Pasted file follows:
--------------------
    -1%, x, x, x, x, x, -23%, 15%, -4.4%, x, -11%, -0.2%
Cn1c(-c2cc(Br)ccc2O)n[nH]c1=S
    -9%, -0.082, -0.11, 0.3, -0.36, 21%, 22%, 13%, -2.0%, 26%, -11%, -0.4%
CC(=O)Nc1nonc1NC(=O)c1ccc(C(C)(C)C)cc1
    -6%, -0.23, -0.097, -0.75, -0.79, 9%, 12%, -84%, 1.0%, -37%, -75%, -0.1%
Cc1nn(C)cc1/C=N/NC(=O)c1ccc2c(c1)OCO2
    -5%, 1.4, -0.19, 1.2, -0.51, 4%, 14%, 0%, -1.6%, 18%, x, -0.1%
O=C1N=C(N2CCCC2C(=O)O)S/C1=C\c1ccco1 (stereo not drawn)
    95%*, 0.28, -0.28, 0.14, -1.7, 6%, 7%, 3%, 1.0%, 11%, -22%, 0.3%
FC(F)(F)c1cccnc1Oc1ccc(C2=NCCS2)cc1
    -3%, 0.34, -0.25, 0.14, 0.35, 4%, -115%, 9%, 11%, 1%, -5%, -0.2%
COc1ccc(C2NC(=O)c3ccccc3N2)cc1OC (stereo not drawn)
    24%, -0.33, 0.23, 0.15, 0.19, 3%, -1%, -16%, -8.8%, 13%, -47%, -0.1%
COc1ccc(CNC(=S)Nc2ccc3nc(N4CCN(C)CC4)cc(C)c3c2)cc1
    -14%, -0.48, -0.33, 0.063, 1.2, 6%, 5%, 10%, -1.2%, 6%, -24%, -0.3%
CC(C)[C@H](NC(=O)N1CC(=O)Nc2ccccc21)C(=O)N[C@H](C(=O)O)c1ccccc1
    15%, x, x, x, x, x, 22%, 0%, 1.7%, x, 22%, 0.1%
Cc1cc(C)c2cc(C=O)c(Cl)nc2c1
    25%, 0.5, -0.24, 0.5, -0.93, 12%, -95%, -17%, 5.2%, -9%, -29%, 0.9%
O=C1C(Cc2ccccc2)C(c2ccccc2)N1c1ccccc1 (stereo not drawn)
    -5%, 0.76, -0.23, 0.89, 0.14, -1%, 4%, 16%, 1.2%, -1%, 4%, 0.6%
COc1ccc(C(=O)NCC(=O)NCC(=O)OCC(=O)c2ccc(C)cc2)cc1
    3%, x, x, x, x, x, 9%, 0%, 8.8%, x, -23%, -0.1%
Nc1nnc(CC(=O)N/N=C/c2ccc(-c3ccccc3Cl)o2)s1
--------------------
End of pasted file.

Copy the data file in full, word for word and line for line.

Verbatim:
    -1%, x, x, x, x, x, -23%, 15%, -4.4%, x, -11%, -0.2%
Cn1c(-c2cc(Br)ccc2O)n[nH]c1=S
    -9%, -0.082, -0.11, 0.3, -0.36, 21%, 22%, 13%, -2.0%, 26%, -11%, -0.4%
CC(=O)Nc1nonc1NC(=O)c1ccc(C(C)(C)C)cc1
    -6%, -0.23, -0.097, -0.75, -0.79, 9%, 12%, -84%, 1.0%, -37%, -75%, -0.1%
Cc1nn(C)cc1/C=N/NC(=O)c1ccc2c(c1)OCO2
    -5%, 1.4, -0.19, 1.2, -0.51, 4%, 14%, 0%, -1.6%, 18%, x, -0.1%
O=C1N=C(N2CCCC2C(=O)O)S/C1=C\c1ccco1 (stereo not drawn)
    95%*, 0.28, -0.28, 0.14, -1.7, 6%, 7%, 3%, 1.0%, 11%, -22%, 0.3%
FC(F)(F)c1cccnc1Oc1ccc(C2=NCCS2)cc1
    -3%, 0.34, -0.25, 0.14, 0.35, 4%, -115%, 9%, 11%, 1%, -5%, -0.2%
COc1ccc(C2NC(=O)c3ccccc3N2)cc1OC (stereo not drawn)
    24%, -0.33, 0.23, 0.15, 0.19, 3%, -1%, -16%, -8.8%, 13%, -47%, -0.1%
COc1ccc(CNC(=S)Nc2ccc3nc(N4CCN(C)CC4)cc(C)c3c2)cc1
    -14%, -0.48, -0.33, 0.063, 1.2, 6%, 5%, 10%, -1.2%, 6%, -24%, -0.3%
CC(C)[C@H](NC(=O)N1CC(=O)Nc2ccccc21)C(=O)N[C@H](C(=O)O)c1ccccc1
    15%, x, x, x, x, x, 22%, 0%, 1.7%, x, 22%, 0.1%
Cc1cc(C)c2cc(C=O)c(Cl)nc2c1
    25%, 0.5, -0.24, 0.5, -0.93, 12%, -95%, -17%, 5.2%, -9%, -29%, 0.9%
O=C1C(Cc2ccccc2)C(c2ccccc2)N1c1ccccc1 (stereo not drawn)
    -5%, 0.76, -0.23, 0.89, 0.14, -1%, 4%, 16%, 1.2%, -1%, 4%, 0.6%
COc1ccc(C(=O)NCC(=O)NCC(=O)OCC(=O)c2ccc(C)cc2)cc1
    3%, x, x, x, x, x, 9%, 0%, 8.8%, x, -23%, -0.1%
Nc1nnc(CC(=O)N/N=C/c2ccc(-c3ccccc3Cl)o2)s1